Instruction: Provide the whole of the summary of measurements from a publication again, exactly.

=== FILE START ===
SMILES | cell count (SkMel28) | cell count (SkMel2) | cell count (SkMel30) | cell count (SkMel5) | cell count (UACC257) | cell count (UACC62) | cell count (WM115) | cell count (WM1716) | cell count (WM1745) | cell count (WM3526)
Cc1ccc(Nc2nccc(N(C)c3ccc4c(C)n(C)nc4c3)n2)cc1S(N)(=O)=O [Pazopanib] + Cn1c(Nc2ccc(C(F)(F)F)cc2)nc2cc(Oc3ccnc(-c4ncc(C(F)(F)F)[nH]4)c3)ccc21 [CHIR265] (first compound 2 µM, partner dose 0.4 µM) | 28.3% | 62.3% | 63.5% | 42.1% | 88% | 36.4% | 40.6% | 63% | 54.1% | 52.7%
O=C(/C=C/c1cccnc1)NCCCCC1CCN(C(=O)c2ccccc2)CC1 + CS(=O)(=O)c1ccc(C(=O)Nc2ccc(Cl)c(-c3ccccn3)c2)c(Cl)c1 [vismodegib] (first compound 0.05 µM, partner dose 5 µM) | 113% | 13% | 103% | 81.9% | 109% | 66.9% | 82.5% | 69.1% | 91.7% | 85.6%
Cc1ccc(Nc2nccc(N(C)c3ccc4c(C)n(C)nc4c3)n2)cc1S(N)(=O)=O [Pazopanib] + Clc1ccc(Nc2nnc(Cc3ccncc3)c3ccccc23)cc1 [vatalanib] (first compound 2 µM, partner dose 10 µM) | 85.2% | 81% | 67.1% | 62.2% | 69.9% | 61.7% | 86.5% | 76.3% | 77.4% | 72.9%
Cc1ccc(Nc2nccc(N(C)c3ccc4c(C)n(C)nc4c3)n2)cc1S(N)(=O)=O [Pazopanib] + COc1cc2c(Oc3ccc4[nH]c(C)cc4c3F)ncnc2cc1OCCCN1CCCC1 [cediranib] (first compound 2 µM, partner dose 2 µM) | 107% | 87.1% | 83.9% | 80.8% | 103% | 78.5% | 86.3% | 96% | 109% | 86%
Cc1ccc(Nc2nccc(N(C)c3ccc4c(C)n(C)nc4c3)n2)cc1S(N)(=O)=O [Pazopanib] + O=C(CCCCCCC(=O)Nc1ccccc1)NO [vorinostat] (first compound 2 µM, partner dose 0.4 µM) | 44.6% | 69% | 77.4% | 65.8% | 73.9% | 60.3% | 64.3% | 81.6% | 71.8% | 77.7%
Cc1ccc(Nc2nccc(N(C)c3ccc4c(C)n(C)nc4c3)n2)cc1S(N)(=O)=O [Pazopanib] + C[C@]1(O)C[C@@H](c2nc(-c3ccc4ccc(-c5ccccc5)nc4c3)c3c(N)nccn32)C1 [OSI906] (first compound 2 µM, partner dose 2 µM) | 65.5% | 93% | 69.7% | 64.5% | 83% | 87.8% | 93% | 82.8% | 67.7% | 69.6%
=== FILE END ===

SMILES | cell count (SkMel28) | cell count (SkMel2) | cell count (SkMel30) | cell count (SkMel5) | cell count (UACC257) | cell count (UACC62) | cell count (WM115) | cell count (WM1716) | cell count (WM1745) | cell count (WM3526)
Cc1ccc(Nc2nccc(N(C)c3ccc4c(C)n(C)nc4c3)n2)cc1S(N)(=O)=O [Pazopanib] + Cn1c(Nc2ccc(C(F)(F)F)cc2)nc2cc(Oc3ccnc(-c4ncc(C(F)(F)F)[nH]4)c3)ccc21 [CHIR265] (first compound 2 µM, partner dose 0.4 µM) | 28.3% | 62.3% | 63.5% | 42.1% | 88% | 36.4% | 40.6% | 63% | 54.1% | 52.7%
O=C(/C=C/c1cccnc1)NCCCCC1CCN(C(=O)c2ccccc2)CC1 + CS(=O)(=O)c1ccc(C(=O)Nc2ccc(Cl)c(-c3ccccn3)c2)c(Cl)c1 [vismodegib] (first compound 0.05 µM, partner dose 5 µM) | 113% | 13% | 103% | 81.9% | 109% | 66.9% | 82.5% | 69.1% | 91.7% | 85.6%
Cc1ccc(Nc2nccc(N(C)c3ccc4c(C)n(C)nc4c3)n2)cc1S(N)(=O)=O [Pazopanib] + Clc1ccc(Nc2nnc(Cc3ccncc3)c3ccccc23)cc1 [vatalanib] (first compound 2 µM, partner dose 10 µM) | 85.2% | 81% | 67.1% | 62.2% | 69.9% | 61.7% | 86.5% | 76.3% | 77.4% | 72.9%
Cc1ccc(Nc2nccc(N(C)c3ccc4c(C)n(C)nc4c3)n2)cc1S(N)(=O)=O [Pazopanib] + COc1cc2c(Oc3ccc4[nH]c(C)cc4c3F)ncnc2cc1OCCCN1CCCC1 [cediranib] (first compound 2 µM, partner dose 2 µM) | 107% | 87.1% | 83.9% | 80.8% | 103% | 78.5% | 86.3% | 96% | 109% | 86%
Cc1ccc(Nc2nccc(N(C)c3ccc4c(C)n(C)nc4c3)n2)cc1S(N)(=O)=O [Pazopanib] + O=C(CCCCCCC(=O)Nc1ccccc1)NO [vorinostat] (first compound 2 µM, partner dose 0.4 µM) | 44.6% | 69% | 77.4% | 65.8% | 73.9% | 60.3% | 64.3% | 81.6% | 71.8% | 77.7%
Cc1ccc(Nc2nccc(N(C)c3ccc4c(C)n(C)nc4c3)n2)cc1S(N)(=O)=O [Pazopanib] + C[C@]1(O)C[C@@H](c2nc(-c3ccc4ccc(-c5ccccc5)nc4c3)c3c(N)nccn32)C1 [OSI906] (first compound 2 µM, partner dose 2 µM) | 65.5% | 93% | 69.7% | 64.5% | 83% | 87.8% | 93% | 82.8% | 67.7% | 69.6%